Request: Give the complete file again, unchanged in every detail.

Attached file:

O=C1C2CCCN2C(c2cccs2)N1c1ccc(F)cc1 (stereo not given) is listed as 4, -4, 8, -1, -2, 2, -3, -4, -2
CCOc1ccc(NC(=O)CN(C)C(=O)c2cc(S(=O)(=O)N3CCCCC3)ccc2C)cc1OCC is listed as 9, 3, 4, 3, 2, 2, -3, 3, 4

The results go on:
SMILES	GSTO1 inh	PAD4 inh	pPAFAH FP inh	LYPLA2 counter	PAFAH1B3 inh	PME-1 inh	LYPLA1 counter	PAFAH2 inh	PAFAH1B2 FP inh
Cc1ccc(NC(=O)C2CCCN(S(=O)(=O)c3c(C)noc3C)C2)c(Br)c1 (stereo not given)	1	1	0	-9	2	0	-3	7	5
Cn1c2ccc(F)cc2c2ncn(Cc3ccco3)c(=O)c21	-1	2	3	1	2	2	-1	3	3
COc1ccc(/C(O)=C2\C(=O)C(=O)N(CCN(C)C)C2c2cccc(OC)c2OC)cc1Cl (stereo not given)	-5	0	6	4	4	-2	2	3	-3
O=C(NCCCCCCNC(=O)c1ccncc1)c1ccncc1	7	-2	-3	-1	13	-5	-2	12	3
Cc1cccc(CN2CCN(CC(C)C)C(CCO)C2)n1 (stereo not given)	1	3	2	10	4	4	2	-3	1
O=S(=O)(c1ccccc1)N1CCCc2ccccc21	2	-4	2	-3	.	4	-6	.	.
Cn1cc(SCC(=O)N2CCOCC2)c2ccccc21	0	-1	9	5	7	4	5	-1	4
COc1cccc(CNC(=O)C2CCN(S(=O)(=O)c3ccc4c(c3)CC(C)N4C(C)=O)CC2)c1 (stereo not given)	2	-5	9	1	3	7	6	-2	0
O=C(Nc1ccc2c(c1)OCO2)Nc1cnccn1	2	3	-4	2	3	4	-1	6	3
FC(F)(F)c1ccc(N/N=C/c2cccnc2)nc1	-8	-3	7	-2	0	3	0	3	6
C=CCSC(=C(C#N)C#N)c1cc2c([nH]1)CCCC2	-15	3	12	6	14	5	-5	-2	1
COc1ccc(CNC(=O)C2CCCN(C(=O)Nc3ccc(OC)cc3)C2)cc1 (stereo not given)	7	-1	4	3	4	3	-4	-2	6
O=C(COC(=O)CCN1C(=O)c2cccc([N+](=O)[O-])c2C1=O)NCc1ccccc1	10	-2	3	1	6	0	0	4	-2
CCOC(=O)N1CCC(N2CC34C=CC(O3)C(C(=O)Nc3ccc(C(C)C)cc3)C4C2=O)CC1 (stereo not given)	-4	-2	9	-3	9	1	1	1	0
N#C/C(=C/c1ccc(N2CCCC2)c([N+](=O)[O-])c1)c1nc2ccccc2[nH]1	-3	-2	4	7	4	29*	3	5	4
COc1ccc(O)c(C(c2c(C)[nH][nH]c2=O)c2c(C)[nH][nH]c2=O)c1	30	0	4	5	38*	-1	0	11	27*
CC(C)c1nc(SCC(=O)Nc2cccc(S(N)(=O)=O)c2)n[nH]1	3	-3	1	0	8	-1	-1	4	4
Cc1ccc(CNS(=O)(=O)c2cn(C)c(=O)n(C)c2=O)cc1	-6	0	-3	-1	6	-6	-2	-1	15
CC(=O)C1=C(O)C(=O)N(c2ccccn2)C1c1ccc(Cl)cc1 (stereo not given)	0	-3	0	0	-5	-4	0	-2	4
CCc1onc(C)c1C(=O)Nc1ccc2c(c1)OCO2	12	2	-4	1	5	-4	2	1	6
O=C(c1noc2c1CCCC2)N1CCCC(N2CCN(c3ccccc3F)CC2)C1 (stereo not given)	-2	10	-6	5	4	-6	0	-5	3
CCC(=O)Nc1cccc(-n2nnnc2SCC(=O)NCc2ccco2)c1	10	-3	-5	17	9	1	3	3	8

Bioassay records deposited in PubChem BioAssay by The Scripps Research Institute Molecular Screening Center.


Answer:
O=C1C2CCCN2C(c2cccs2)N1c1ccc(F)cc1 (stereo not given) is listed as 4, -4, 8, -1, -2, 2, -3, -4, -2
CCOc1ccc(NC(=O)CN(C)C(=O)c2cc(S(=O)(=O)N3CCCCC3)ccc2C)cc1OCC is listed as 9, 3, 4, 3, 2, 2, -3, 3, 4

The results go on:
SMILES	GSTO1 inh	PAD4 inh	pPAFAH FP inh	LYPLA2 counter	PAFAH1B3 inh	PME-1 inh	LYPLA1 counter	PAFAH2 inh	PAFAH1B2 FP inh
Cc1ccc(NC(=O)C2CCCN(S(=O)(=O)c3c(C)noc3C)C2)c(Br)c1 (stereo not given)	1	1	0	-9	2	0	-3	7	5
Cn1c2ccc(F)cc2c2ncn(Cc3ccco3)c(=O)c21	-1	2	3	1	2	2	-1	3	3
COc1ccc(/C(O)=C2\C(=O)C(=O)N(CCN(C)C)C2c2cccc(OC)c2OC)cc1Cl (stereo not given)	-5	0	6	4	4	-2	2	3	-3
O=C(NCCCCCCNC(=O)c1ccncc1)c1ccncc1	7	-2	-3	-1	13	-5	-2	12	3
Cc1cccc(CN2CCN(CC(C)C)C(CCO)C2)n1 (stereo not given)	1	3	2	10	4	4	2	-3	1
O=S(=O)(c1ccccc1)N1CCCc2ccccc21	2	-4	2	-3	.	4	-6	.	.
Cn1cc(SCC(=O)N2CCOCC2)c2ccccc21	0	-1	9	5	7	4	5	-1	4
COc1cccc(CNC(=O)C2CCN(S(=O)(=O)c3ccc4c(c3)CC(C)N4C(C)=O)CC2)c1 (stereo not given)	2	-5	9	1	3	7	6	-2	0
O=C(Nc1ccc2c(c1)OCO2)Nc1cnccn1	2	3	-4	2	3	4	-1	6	3
FC(F)(F)c1ccc(N/N=C/c2cccnc2)nc1	-8	-3	7	-2	0	3	0	3	6
C=CCSC(=C(C#N)C#N)c1cc2c([nH]1)CCCC2	-15	3	12	6	14	5	-5	-2	1
COc1ccc(CNC(=O)C2CCCN(C(=O)Nc3ccc(OC)cc3)C2)cc1 (stereo not given)	7	-1	4	3	4	3	-4	-2	6
O=C(COC(=O)CCN1C(=O)c2cccc([N+](=O)[O-])c2C1=O)NCc1ccccc1	10	-2	3	1	6	0	0	4	-2
CCOC(=O)N1CCC(N2CC34C=CC(O3)C(C(=O)Nc3ccc(C(C)C)cc3)C4C2=O)CC1 (stereo not given)	-4	-2	9	-3	9	1	1	1	0
N#C/C(=C/c1ccc(N2CCCC2)c([N+](=O)[O-])c1)c1nc2ccccc2[nH]1	-3	-2	4	7	4	29*	3	5	4
COc1ccc(O)c(C(c2c(C)[nH][nH]c2=O)c2c(C)[nH][nH]c2=O)c1	30	0	4	5	38*	-1	0	11	27*
CC(C)c1nc(SCC(=O)Nc2cccc(S(N)(=O)=O)c2)n[nH]1	3	-3	1	0	8	-1	-1	4	4
Cc1ccc(CNS(=O)(=O)c2cn(C)c(=O)n(C)c2=O)cc1	-6	0	-3	-1	6	-6	-2	-1	15
CC(=O)C1=C(O)C(=O)N(c2ccccn2)C1c1ccc(Cl)cc1 (stereo not given)	0	-3	0	0	-5	-4	0	-2	4
CCc1onc(C)c1C(=O)Nc1ccc2c(c1)OCO2	12	2	-4	1	5	-4	2	1	6
O=C(c1noc2c1CCCC2)N1CCCC(N2CCN(c3ccccc3F)CC2)C1 (stereo not given)	-2	10	-6	5	4	-6	0	-5	3
CCC(=O)Nc1cccc(-n2nnnc2SCC(=O)NCc2ccco2)c1	10	-3	-5	17	9	1	3	3	8

Bioassay records deposited in PubChem BioAssay by The Scripps Research Institute Molecular Screening Center.